The premier also announced the arrival of missions from the World Bank and the International Monetary Fund in order to examine the means to re-launch the national economy and the various productive sectors.

‘Beirut I’ before ‘Paris III’
Furthermore, Mikati announced that he intends to make a round soon of the Gulf countries “in order to consult with officials and businessmen who have given positive signs as to the willingness to invest in Lebanon”.
He added: “Our main challenge is to conserve confidence in our country. We can thus prepare for holding a Paris III or IV [conference of international donors]”.

Northern controversies
What of the disputes between politicians in North Lebanon?
When Mohammad Safadi ruled out a combination with Sleiman Franjié on the pretext of “a divergence of our political lines”, Franjié returned the ball, saying that “Mr. Safadi has ‘shifted his rifle’, while we have kept our commitments”.
For his part, Omar Karami was keeping an imperturbable silence about whether he would be a candidate or not. Khaldoun Sharif, spokesman of the Karamist Current, limited himself to saying that the alliance between Franjié and the ‘Effendi’ went back several years. He added that Karami had not spoken of the elections during his recent meeting with Syria’s President Bashar Assad in Damascus.

Feltman at the MTV
During the week, US Ambassador Jeffrey Feltman continued his visits to political and spiritual figures.
He was received by Sheikh Abdelamir Kabalan, vice-president of the Higher Islamic Shiite Council, while his French counterpart, Bernard Emié, met with Sheikh Mohammad Rashid Kabbani, mufti of the Republic and head of the country’s Sunnite community.
The two diplomats said they were making these contacts in order to maintain and enhance national unity and ensure that the elections went ahead in freedom and transparency.
Feltman also visited the headquarters of the MTV, which has been closed for months. There he had talks with the CEO, Michel Gabriel Murr, and his father, Gabriel Murr, former MP for the Metn.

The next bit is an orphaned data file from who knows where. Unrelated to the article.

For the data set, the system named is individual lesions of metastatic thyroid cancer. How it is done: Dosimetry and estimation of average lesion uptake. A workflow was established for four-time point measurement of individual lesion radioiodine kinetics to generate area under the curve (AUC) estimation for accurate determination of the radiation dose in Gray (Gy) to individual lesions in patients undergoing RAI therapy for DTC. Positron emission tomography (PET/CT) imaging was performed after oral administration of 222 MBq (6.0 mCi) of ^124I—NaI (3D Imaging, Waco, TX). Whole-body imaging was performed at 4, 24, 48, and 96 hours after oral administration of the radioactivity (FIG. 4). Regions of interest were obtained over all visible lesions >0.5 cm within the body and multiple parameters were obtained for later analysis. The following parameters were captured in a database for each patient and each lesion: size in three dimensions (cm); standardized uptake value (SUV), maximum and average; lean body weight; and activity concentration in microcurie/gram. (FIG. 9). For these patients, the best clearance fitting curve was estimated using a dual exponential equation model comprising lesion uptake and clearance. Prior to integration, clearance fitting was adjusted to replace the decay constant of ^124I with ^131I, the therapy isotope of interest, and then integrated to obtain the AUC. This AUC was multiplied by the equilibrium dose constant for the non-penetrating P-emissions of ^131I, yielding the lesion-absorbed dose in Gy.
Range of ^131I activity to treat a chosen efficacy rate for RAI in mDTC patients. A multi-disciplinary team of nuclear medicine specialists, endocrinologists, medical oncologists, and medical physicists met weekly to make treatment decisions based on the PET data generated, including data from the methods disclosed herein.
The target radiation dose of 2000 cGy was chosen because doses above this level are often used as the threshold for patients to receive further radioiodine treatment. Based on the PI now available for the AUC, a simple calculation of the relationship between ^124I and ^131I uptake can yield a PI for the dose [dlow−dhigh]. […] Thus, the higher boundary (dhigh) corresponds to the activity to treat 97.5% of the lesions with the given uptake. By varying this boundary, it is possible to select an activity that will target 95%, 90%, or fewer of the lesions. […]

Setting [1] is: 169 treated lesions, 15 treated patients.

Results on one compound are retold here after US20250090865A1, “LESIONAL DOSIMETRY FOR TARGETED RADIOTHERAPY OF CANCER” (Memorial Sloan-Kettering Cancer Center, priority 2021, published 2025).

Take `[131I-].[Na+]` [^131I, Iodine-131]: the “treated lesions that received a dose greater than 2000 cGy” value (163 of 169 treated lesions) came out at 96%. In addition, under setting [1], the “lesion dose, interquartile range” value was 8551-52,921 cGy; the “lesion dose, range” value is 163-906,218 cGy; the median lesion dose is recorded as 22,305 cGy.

“Lebanon enjoys freedom of expression. The purpose of my presence here is to recall that this station was reduced to silence, and to express America’s support for this institution, which people sorely need in the present circumstances”, the envoy said, quoted in the press.
Feltman also denied reports that he would be mediating between Aoun, Hariri and Jumblatt if an agreement between them was delayed.

Detlev Mehvis
Separately, Stephan Dujarric, spokesman for UN Secretary-General Kofi Annan, indicated that the chairman of the commission investigating the assassination of Rafik Hariri, Detlev Mehvis, would soon be arriving in Beirut.
Meanwhile, the Security Council met at midweek in public session to hear a report by the deputy secretary-general for public affairs, Kieran Prendergast. He indicated that the situation in Lebanon was “fragile” despite recent signs of improvement. He said Mehvis would carry out his mission as quickly as possible. He gave no details.
At the end of the week, much was seen to depend on discussions concerning the Baabda-Aley constituency between two opposition forces — the Progressive Socialist Party led by Jumblatt, and the Aounist Free Current. Perhaps a balanced consensus could be reached between them on representation within the constituency, analysts suggested. “The logic of partnership seems to have prevailed over that of the temptation of hegemony”.